Morning Call: pick of the papers

The ten must-read pieces from this morning's papers.

1. All the policies are in place, now it's time for delivery (Sunday Telegraph)

There is concern at the highest level of government that not enough seems to be changing for the better in the lives of ordinary citizens, writes Matthew D'Ancona.

2. We need a budget for jobs to stop a bombshell for the squeezed middle (PoliticsHome)

Ed Balls highlights cuts to tax credits and child benefit as measures that hurt working families on low incomes.

3. That's all folks - for reform at No 10 (Sunday Times)

Swing voters want "fairness". Downing Street risks interpreting that as a mandate to play safe and do nothing radical, argues Martin Ivens.

4. Is £50,000 enough to defuse the child benefit time bomb? (Mail on Sunday)

The plan to cut a key entitlement for higher rate tax payers is causing angst at the highest levels, reports James Forsyth.

5. We cannot afford to indulge this madness (Sunday Telegraph)

Cardinal Keith O'Brian, Britain's most senior Catholic cleric, launches a tirade against same-sex relationships as "harmful to mental and spiritual well-being."

6. What sort of Prime Minister does David Cameron really want to be? (Observer)

Andrew Rawnsley sees the competition between cautious and bold advisors reflecting an unresolved tension in the PM himself.

7. Were those huskies hugged in vain? (Independent on Sunday)

Leading article attacks the government's environmental record ...

8. Britain needs to shape an industrial strategy (Observer)

.... while the Observer calls for more vigorous activism to promote investment, innovation and long-term growth potential.

9. It's time to hold Ken Livingstone to account (Observer)
Nick Cohen finds a catalogue of reasons why even Labour voters should steer clear of the party's London mayoral candidate.

10. The wackiness has gone from Number 10 (Independent on Sunday)
The departure of Steve Hilton from David Cameron's side will fundamentally alter the centre of government, says John Rentoul.

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PMQs review: Jeremy Corbyn prompts Tory outrage as he blames Grenfell Tower fire on austerity

To Conservative cries of "shame on you!", the Labour leader warned that "we all pay a price in public safety" for spending cuts.

A fortnight after the Grenfell Tower fire erupted, the tragedy continues to cast a shadow over British politics. Rather than probing Theresa May on the DUP deal, Jeremy Corbyn asked a series of forensic questions on the incident, in which at least 79 people are confirmed to have died.

In the first PMQs of the new parliament, May revealed that the number of buildings that had failed fire safety tests had risen to 120 (a 100 per cent failure rate) and that the cladding used on Grenfell Tower was "non-compliant" with building regulations (Corbyn had asked whether it was "legal").

After several factual questions, the Labour leader rose to his political argument. To cries of "shame on you!" from Tory MPs, he warned that local authority cuts of 40 per cent meant "we all pay a price in public safety". Corbyn added: “What the tragedy of Grenfell Tower has exposed is the disastrous effects of austerity. The disregard for working-class communities, the terrible consequences of deregulation and cutting corners." Corbyn noted that 11,000 firefighters had been cut and that the public sector pay cap (which Labour has tabled a Queen's Speech amendment against) was hindering recruitment. "This disaster must be a wake-up call," he concluded.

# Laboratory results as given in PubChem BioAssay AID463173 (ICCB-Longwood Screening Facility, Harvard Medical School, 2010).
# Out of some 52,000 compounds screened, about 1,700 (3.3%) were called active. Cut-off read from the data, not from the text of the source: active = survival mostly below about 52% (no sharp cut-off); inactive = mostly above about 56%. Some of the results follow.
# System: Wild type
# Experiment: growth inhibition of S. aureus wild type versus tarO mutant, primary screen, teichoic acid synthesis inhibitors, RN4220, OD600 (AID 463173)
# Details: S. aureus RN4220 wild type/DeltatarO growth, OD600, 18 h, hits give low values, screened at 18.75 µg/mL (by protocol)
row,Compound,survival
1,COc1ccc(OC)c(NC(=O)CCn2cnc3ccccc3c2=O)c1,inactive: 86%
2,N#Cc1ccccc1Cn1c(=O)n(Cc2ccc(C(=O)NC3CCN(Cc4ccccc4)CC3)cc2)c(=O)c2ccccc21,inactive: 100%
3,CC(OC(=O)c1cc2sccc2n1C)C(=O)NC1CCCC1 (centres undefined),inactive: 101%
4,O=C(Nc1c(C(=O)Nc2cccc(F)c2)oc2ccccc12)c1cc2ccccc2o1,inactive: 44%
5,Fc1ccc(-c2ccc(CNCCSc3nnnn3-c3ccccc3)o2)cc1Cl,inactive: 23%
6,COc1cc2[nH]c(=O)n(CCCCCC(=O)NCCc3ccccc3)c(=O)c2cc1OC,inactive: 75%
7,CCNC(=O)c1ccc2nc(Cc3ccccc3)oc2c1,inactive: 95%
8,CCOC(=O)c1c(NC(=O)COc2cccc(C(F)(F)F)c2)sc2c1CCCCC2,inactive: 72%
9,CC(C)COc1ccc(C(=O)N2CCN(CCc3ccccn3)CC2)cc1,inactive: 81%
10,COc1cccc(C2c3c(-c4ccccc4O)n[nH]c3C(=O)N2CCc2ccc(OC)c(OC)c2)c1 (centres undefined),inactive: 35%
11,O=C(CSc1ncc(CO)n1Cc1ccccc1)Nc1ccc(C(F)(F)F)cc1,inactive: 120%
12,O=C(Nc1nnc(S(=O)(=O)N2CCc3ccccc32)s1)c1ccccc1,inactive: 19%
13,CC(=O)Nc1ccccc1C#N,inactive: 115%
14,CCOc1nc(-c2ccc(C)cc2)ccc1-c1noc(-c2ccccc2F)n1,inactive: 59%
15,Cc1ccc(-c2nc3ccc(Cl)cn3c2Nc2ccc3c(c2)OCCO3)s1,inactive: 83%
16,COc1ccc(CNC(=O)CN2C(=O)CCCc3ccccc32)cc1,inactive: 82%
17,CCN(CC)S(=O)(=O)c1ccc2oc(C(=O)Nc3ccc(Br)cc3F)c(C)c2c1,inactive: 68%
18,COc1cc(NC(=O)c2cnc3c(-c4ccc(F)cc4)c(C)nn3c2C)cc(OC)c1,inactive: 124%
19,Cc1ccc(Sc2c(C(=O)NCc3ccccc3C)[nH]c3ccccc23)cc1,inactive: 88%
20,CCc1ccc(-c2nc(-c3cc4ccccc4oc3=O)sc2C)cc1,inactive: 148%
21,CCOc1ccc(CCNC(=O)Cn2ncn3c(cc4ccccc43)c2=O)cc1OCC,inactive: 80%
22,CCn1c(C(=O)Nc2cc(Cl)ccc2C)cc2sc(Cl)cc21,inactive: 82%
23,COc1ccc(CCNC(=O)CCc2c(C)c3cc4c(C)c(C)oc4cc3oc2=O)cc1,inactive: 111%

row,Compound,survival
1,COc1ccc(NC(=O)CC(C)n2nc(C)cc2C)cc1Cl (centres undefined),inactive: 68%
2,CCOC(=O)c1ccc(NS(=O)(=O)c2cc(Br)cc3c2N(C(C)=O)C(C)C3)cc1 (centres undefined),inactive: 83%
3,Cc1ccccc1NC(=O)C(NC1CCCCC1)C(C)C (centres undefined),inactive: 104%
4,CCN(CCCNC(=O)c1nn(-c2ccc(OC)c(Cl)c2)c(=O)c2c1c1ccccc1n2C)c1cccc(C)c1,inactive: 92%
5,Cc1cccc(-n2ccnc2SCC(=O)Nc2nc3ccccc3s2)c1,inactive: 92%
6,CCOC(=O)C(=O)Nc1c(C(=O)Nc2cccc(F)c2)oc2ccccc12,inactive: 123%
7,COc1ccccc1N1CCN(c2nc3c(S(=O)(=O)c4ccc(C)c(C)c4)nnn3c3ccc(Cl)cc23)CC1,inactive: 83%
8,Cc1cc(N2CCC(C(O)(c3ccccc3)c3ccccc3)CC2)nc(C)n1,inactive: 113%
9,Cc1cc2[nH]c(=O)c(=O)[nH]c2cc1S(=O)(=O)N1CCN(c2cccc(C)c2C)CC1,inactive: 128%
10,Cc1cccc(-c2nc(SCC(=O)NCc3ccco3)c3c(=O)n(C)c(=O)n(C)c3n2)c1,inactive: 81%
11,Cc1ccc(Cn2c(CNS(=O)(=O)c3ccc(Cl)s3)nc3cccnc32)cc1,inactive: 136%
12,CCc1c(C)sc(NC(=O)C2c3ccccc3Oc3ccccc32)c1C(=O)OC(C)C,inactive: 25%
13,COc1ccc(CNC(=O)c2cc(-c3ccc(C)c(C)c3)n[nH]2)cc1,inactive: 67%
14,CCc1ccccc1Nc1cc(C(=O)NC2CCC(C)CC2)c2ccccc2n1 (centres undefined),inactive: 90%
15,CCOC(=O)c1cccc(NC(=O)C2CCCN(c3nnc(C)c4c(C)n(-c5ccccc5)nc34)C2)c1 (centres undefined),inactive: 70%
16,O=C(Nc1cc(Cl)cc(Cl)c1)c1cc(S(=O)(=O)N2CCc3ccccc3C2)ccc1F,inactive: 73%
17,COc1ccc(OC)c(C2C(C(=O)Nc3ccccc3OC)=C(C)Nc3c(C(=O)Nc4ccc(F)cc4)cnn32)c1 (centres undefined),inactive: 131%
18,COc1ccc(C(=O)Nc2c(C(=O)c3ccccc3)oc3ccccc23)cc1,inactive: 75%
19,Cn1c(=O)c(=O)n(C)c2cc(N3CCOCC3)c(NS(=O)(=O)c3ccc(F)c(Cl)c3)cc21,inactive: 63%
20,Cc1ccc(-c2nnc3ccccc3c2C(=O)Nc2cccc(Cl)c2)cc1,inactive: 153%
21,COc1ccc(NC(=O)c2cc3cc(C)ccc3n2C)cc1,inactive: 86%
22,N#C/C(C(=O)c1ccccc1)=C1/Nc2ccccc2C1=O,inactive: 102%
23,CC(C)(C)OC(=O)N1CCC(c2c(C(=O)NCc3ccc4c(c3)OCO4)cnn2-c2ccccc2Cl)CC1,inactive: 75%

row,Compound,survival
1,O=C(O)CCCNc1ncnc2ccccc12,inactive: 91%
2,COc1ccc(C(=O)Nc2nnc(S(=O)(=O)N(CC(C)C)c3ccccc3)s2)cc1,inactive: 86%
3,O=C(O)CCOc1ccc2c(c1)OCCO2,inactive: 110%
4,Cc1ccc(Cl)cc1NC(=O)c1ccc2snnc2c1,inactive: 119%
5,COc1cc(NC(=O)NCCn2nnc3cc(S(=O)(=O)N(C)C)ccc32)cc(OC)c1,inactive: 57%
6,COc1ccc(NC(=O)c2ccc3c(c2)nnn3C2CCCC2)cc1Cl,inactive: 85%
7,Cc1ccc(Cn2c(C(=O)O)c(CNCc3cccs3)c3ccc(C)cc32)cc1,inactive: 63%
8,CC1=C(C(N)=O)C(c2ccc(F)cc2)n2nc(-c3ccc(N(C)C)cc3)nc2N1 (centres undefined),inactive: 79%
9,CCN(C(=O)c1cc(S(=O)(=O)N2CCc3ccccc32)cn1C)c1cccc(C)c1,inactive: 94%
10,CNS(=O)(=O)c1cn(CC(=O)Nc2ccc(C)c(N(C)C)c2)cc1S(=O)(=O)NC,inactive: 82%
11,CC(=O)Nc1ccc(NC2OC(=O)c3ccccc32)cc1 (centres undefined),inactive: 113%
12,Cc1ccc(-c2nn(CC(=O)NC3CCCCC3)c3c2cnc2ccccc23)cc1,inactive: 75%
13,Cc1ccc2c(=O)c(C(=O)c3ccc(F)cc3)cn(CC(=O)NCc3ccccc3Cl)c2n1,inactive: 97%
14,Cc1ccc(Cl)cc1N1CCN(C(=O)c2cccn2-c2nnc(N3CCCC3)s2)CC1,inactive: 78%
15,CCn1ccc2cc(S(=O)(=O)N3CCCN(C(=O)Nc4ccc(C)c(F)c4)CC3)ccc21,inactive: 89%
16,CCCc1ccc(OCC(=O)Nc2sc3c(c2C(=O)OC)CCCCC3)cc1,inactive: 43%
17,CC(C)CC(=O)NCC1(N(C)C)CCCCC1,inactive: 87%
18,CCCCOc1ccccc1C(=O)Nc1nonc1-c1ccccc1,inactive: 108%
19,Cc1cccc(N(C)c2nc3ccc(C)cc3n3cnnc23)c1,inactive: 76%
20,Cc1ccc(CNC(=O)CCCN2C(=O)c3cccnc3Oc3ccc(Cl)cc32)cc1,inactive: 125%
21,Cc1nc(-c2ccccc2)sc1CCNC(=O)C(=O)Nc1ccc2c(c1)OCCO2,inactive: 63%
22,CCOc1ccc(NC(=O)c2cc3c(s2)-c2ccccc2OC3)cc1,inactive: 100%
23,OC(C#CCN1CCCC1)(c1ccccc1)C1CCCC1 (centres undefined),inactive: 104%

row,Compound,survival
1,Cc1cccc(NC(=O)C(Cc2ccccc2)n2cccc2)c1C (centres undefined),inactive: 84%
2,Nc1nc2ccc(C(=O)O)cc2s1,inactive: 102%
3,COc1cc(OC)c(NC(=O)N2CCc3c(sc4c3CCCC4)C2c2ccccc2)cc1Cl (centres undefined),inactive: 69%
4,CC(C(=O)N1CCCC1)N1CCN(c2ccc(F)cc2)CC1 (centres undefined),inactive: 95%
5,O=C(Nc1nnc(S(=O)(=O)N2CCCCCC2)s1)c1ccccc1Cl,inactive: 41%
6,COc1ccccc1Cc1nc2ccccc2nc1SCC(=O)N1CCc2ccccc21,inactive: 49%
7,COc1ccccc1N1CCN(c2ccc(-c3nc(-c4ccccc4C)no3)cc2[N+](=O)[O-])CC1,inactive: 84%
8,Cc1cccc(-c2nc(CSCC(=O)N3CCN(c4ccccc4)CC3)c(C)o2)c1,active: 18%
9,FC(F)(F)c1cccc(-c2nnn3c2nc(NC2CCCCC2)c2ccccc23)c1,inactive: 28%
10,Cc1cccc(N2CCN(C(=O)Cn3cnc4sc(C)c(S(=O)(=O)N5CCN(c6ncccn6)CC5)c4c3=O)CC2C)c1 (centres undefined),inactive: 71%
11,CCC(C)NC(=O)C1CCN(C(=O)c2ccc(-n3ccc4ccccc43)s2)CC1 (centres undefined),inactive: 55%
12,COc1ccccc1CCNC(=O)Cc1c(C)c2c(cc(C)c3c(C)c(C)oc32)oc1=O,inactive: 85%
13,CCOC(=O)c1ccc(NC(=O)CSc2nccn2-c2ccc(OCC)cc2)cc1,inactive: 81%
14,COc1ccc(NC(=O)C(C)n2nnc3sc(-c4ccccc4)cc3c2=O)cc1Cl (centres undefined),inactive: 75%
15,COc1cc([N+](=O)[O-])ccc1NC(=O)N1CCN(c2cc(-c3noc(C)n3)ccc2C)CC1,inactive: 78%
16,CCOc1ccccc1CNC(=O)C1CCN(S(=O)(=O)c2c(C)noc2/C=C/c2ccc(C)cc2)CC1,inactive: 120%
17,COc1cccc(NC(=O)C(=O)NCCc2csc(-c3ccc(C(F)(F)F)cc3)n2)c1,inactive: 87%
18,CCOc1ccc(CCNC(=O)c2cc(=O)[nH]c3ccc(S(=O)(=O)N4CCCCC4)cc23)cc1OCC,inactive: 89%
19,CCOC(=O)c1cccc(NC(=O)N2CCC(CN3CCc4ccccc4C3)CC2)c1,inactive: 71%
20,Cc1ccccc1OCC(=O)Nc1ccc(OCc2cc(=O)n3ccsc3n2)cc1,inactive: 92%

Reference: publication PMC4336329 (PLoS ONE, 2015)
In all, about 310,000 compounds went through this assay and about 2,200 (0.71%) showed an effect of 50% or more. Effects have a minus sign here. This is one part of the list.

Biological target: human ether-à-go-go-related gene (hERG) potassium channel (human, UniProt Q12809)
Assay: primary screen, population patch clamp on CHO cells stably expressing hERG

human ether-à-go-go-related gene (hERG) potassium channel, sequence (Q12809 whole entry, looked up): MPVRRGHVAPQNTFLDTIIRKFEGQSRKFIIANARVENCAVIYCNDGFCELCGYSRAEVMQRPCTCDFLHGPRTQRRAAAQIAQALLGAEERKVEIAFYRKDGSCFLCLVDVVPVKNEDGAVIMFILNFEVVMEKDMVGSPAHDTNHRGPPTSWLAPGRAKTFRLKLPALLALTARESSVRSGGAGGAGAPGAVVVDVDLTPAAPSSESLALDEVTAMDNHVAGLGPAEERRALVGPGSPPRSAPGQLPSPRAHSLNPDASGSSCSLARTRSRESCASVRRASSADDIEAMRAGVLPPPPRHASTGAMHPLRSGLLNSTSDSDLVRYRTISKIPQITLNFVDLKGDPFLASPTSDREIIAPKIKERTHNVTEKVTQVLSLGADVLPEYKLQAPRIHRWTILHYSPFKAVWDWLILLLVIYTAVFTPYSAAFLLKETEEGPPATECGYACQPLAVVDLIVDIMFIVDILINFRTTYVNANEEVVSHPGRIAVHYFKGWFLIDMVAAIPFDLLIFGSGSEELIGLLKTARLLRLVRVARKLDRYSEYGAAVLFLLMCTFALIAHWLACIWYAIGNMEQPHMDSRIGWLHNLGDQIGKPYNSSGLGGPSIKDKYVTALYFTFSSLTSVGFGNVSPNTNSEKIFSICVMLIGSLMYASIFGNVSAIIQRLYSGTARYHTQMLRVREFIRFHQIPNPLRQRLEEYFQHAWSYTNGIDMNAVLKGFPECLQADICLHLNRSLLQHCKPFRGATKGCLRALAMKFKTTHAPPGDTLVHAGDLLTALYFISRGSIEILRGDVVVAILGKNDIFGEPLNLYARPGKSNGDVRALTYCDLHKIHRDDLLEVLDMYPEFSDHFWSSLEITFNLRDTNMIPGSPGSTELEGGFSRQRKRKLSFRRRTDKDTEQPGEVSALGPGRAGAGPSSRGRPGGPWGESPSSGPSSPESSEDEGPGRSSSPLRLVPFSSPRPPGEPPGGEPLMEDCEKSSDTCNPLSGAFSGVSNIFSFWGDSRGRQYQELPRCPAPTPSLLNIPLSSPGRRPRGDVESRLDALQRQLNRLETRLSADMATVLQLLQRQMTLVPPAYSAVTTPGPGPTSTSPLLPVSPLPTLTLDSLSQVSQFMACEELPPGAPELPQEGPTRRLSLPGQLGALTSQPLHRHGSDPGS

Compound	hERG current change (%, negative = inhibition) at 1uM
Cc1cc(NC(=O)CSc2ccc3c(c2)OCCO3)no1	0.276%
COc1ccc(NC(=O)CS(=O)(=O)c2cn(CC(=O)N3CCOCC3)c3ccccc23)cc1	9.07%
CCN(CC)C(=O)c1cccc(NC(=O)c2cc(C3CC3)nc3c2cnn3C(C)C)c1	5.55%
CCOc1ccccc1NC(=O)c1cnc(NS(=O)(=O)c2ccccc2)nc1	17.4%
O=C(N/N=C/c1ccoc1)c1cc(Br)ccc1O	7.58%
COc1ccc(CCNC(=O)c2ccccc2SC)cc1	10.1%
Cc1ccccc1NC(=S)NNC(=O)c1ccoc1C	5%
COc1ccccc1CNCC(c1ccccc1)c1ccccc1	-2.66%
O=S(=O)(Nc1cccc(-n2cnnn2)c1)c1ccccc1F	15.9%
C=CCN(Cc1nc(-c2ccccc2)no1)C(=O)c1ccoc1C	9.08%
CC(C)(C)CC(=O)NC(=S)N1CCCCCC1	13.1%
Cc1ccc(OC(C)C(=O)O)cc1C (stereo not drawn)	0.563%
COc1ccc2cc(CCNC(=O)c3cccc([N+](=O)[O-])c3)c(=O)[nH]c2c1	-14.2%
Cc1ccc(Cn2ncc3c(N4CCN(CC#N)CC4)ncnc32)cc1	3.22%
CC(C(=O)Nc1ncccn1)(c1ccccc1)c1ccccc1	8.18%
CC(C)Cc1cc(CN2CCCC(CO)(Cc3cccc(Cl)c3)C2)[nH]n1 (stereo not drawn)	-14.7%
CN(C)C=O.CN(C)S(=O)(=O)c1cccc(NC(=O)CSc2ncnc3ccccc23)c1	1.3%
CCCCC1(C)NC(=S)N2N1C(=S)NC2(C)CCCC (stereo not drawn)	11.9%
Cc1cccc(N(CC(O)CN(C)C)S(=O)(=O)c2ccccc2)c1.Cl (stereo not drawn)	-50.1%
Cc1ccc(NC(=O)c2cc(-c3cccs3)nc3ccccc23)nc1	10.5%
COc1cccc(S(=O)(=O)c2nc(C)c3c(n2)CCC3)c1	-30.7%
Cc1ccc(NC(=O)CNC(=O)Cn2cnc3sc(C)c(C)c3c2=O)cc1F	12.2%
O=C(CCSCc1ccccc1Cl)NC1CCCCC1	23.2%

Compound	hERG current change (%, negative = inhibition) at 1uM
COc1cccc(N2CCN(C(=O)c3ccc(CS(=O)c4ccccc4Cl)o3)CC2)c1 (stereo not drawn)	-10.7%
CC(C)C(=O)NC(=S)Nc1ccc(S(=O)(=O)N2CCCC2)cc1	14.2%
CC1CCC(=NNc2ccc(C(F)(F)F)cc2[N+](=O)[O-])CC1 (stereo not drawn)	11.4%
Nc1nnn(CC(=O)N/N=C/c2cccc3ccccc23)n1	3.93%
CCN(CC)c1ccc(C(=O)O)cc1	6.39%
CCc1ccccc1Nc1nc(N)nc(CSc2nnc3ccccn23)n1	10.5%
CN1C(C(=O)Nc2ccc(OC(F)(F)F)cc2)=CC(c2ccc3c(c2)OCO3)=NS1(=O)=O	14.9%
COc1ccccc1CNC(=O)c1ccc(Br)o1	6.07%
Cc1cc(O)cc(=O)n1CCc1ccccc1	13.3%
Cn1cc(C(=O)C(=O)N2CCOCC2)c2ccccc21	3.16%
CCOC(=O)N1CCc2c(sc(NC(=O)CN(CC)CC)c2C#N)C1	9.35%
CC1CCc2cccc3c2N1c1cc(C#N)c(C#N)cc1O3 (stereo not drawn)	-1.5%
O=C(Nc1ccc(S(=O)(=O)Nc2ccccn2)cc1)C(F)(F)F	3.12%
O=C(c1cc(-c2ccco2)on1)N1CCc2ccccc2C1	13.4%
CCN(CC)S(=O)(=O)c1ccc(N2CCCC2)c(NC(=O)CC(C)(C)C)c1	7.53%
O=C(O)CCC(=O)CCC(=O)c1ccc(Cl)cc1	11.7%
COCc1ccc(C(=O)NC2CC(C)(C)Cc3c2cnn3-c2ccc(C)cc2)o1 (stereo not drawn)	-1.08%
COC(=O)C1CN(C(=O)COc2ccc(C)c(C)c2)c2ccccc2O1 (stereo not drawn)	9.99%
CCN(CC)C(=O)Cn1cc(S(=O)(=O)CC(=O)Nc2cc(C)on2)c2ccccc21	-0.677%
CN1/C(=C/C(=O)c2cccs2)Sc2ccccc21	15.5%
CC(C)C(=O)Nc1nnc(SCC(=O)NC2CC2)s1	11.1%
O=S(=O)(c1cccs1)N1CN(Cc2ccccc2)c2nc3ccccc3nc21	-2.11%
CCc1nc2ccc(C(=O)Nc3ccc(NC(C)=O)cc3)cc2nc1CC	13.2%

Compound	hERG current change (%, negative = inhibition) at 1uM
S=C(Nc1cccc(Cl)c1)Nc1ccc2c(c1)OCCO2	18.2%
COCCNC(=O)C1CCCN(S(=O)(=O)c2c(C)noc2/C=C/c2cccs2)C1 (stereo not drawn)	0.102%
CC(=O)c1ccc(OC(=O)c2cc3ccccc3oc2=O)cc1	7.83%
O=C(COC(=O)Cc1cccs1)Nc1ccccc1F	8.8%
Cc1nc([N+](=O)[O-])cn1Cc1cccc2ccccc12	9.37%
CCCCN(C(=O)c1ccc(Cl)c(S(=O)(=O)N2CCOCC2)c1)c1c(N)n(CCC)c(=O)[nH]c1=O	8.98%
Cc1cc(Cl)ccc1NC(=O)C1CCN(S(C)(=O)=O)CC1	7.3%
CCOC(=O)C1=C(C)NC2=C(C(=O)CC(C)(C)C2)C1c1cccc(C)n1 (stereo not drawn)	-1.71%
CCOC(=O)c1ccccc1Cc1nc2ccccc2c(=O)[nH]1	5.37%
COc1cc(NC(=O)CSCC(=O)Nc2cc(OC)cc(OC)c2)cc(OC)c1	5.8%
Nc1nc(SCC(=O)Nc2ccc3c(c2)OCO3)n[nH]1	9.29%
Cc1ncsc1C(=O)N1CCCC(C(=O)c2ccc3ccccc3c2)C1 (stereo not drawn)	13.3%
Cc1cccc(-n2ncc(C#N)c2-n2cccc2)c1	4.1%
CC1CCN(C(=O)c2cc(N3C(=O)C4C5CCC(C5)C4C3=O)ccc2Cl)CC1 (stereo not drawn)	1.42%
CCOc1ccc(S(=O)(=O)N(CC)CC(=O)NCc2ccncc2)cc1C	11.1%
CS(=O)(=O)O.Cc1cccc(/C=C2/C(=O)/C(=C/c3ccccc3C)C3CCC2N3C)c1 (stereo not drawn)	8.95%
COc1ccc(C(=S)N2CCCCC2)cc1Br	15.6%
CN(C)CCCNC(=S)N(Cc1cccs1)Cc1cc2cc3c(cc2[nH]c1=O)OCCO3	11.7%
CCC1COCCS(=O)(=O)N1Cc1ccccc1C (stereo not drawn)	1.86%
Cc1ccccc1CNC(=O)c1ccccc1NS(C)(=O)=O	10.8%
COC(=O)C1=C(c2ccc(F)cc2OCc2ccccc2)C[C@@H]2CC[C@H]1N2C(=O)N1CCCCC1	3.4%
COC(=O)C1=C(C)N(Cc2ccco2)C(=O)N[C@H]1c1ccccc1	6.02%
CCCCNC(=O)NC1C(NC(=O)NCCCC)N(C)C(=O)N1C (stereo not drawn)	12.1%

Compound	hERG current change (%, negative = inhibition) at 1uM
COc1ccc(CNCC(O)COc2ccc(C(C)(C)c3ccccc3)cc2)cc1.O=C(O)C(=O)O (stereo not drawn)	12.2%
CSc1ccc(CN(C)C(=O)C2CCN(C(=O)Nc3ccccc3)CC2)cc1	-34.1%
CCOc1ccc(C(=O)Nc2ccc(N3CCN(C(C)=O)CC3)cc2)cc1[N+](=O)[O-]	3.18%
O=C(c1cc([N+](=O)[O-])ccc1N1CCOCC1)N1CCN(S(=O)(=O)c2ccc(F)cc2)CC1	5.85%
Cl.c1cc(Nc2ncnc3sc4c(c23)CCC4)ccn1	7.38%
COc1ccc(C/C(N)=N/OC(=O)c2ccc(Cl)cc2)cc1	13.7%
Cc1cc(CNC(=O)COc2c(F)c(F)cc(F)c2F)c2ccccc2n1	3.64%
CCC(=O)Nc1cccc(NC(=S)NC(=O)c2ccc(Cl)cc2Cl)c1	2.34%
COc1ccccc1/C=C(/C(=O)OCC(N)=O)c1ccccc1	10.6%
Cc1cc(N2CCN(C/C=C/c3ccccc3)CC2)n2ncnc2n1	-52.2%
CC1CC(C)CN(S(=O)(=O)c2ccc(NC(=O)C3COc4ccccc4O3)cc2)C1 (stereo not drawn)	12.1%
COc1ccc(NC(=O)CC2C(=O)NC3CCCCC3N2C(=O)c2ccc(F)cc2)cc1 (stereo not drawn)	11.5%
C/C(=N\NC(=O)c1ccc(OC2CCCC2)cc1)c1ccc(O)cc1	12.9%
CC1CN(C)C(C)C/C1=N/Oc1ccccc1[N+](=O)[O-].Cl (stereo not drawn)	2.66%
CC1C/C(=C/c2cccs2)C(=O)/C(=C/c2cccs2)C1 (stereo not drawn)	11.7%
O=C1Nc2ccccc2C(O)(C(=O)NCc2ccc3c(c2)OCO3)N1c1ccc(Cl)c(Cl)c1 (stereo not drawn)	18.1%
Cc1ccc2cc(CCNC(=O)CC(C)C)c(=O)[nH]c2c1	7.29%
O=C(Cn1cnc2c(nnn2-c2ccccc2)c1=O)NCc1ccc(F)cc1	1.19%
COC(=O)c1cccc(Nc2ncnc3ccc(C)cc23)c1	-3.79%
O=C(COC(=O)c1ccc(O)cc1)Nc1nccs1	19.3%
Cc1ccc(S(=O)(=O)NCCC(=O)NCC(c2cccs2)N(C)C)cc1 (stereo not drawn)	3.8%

But May, who fared better than many expected, had a ready retort. "The cladding of tower blocks did not start under this government, it did not start under the previous coalition governments, the cladding of tower blocks began under the Blair government," she said. “In 2005 it was a Labour government that introduced the regulatory reform fire safety order which changed the requirements to inspect a building on fire safety from the local fire authority to a 'responsible person'." In this regard, however, Corbyn's lack of frontbench experience is a virtue – no action by the last Labour government can be pinned on him. 

Whether or not the Conservatives accept the link between Grenfell and austerity, their reluctance to defend continued cuts shows an awareness of how politically vulnerable they have become (No10 has announced that the public sector pay cap is under review).

Though Tory MP Philip Davies accused May of having an "aversion" to policies "that might be popular with the public" (he demanded the abolition of the 0.7 per cent foreign aid target), there was little dissent from the backbenches – reflecting the new consensus that the Prime Minister is safe (in the absence of an attractive alternative).

And May, whose jokes sometimes fall painfully flat, was able to accuse Corbyn of saying "one thing to the many and another thing to the few" in reference to his alleged Trident comments to Glastonbury festival founder Michael Eavis. But the Labour leader, no longer looking fearfully over his shoulder, displayed his increased authority today. Though the Conservatives may jeer him, the lingering fear in Tory minds is that they and the country are on divergent paths. 

George Eaton is political editor of the New Statesman.

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